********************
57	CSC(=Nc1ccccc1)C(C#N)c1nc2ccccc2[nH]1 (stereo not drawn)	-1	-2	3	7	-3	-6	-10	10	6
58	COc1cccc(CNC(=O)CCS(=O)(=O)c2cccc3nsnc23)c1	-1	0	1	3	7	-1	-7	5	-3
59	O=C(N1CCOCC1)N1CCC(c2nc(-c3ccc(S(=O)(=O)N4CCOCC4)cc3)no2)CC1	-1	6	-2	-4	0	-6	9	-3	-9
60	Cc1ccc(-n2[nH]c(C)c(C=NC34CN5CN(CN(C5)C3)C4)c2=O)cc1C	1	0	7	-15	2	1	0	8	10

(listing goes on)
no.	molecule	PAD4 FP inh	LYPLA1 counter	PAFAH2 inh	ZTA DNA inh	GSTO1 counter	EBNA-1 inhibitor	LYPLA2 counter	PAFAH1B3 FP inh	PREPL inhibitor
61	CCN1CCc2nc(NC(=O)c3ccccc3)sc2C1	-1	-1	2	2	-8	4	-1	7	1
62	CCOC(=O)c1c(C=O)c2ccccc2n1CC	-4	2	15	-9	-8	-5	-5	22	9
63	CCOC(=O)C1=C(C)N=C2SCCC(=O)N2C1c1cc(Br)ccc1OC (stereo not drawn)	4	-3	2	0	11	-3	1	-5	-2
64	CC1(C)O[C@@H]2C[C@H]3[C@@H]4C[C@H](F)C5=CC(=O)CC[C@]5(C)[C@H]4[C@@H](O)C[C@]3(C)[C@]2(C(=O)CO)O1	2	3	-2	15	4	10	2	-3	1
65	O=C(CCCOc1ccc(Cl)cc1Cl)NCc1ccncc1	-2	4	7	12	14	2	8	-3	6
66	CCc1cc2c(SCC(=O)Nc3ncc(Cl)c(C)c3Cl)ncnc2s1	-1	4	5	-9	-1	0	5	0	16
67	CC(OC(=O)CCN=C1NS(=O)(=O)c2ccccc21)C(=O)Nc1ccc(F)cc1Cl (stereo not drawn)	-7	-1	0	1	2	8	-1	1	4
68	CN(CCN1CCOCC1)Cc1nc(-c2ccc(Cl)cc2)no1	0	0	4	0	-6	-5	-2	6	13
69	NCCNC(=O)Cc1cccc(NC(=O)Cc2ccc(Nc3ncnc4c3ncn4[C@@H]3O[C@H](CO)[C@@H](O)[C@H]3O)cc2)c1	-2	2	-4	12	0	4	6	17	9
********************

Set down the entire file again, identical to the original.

57	CSC(=Nc1ccccc1)C(C#N)c1nc2ccccc2[nH]1 (stereo not drawn)	-1	-2	3	7	-3	-6	-10	10	6
58	COc1cccc(CNC(=O)CCS(=O)(=O)c2cccc3nsnc23)c1	-1	0	1	3	7	-1	-7	5	-3
59	O=C(N1CCOCC1)N1CCC(c2nc(-c3ccc(S(=O)(=O)N4CCOCC4)cc3)no2)CC1	-1	6	-2	-4	0	-6	9	-3	-9
60	Cc1ccc(-n2[nH]c(C)c(C=NC34CN5CN(CN(C5)C3)C4)c2=O)cc1C	1	0	7	-15	2	1	0	8	10

(listing goes on)
no.	molecule	PAD4 FP inh	LYPLA1 counter	PAFAH2 inh	ZTA DNA inh	GSTO1 counter	EBNA-1 inhibitor	LYPLA2 counter	PAFAH1B3 FP inh	PREPL inhibitor
61	CCN1CCc2nc(NC(=O)c3ccccc3)sc2C1	-1	-1	2	2	-8	4	-1	7	1
62	CCOC(=O)c1c(C=O)c2ccccc2n1CC	-4	2	15	-9	-8	-5	-5	22	9
63	CCOC(=O)C1=C(C)N=C2SCCC(=O)N2C1c1cc(Br)ccc1OC (stereo not drawn)	4	-3	2	0	11	-3	1	-5	-2
64	CC1(C)O[C@@H]2C[C@H]3[C@@H]4C[C@H](F)C5=CC(=O)CC[C@]5(C)[C@H]4[C@@H](O)C[C@]3(C)[C@]2(C(=O)CO)O1	2	3	-2	15	4	10	2	-3	1
65	O=C(CCCOc1ccc(Cl)cc1Cl)NCc1ccncc1	-2	4	7	12	14	2	8	-3	6
66	CCc1cc2c(SCC(=O)Nc3ncc(Cl)c(C)c3Cl)ncnc2s1	-1	4	5	-9	-1	0	5	0	16
67	CC(OC(=O)CCN=C1NS(=O)(=O)c2ccccc21)C(=O)Nc1ccc(F)cc1Cl (stereo not drawn)	-7	-1	0	1	2	8	-1	1	4
68	CN(CCN1CCOCC1)Cc1nc(-c2ccc(Cl)cc2)no1	0	0	4	0	-6	-5	-2	6	13
69	NCCNC(=O)Cc1cccc(NC(=O)Cc2ccc(Nc3ncnc4c3ncn4[C@@H]3O[C@H](CO)[C@@H](O)[C@H]3O)cc2)c1	-2	2	-4	12	0	4	6	17	9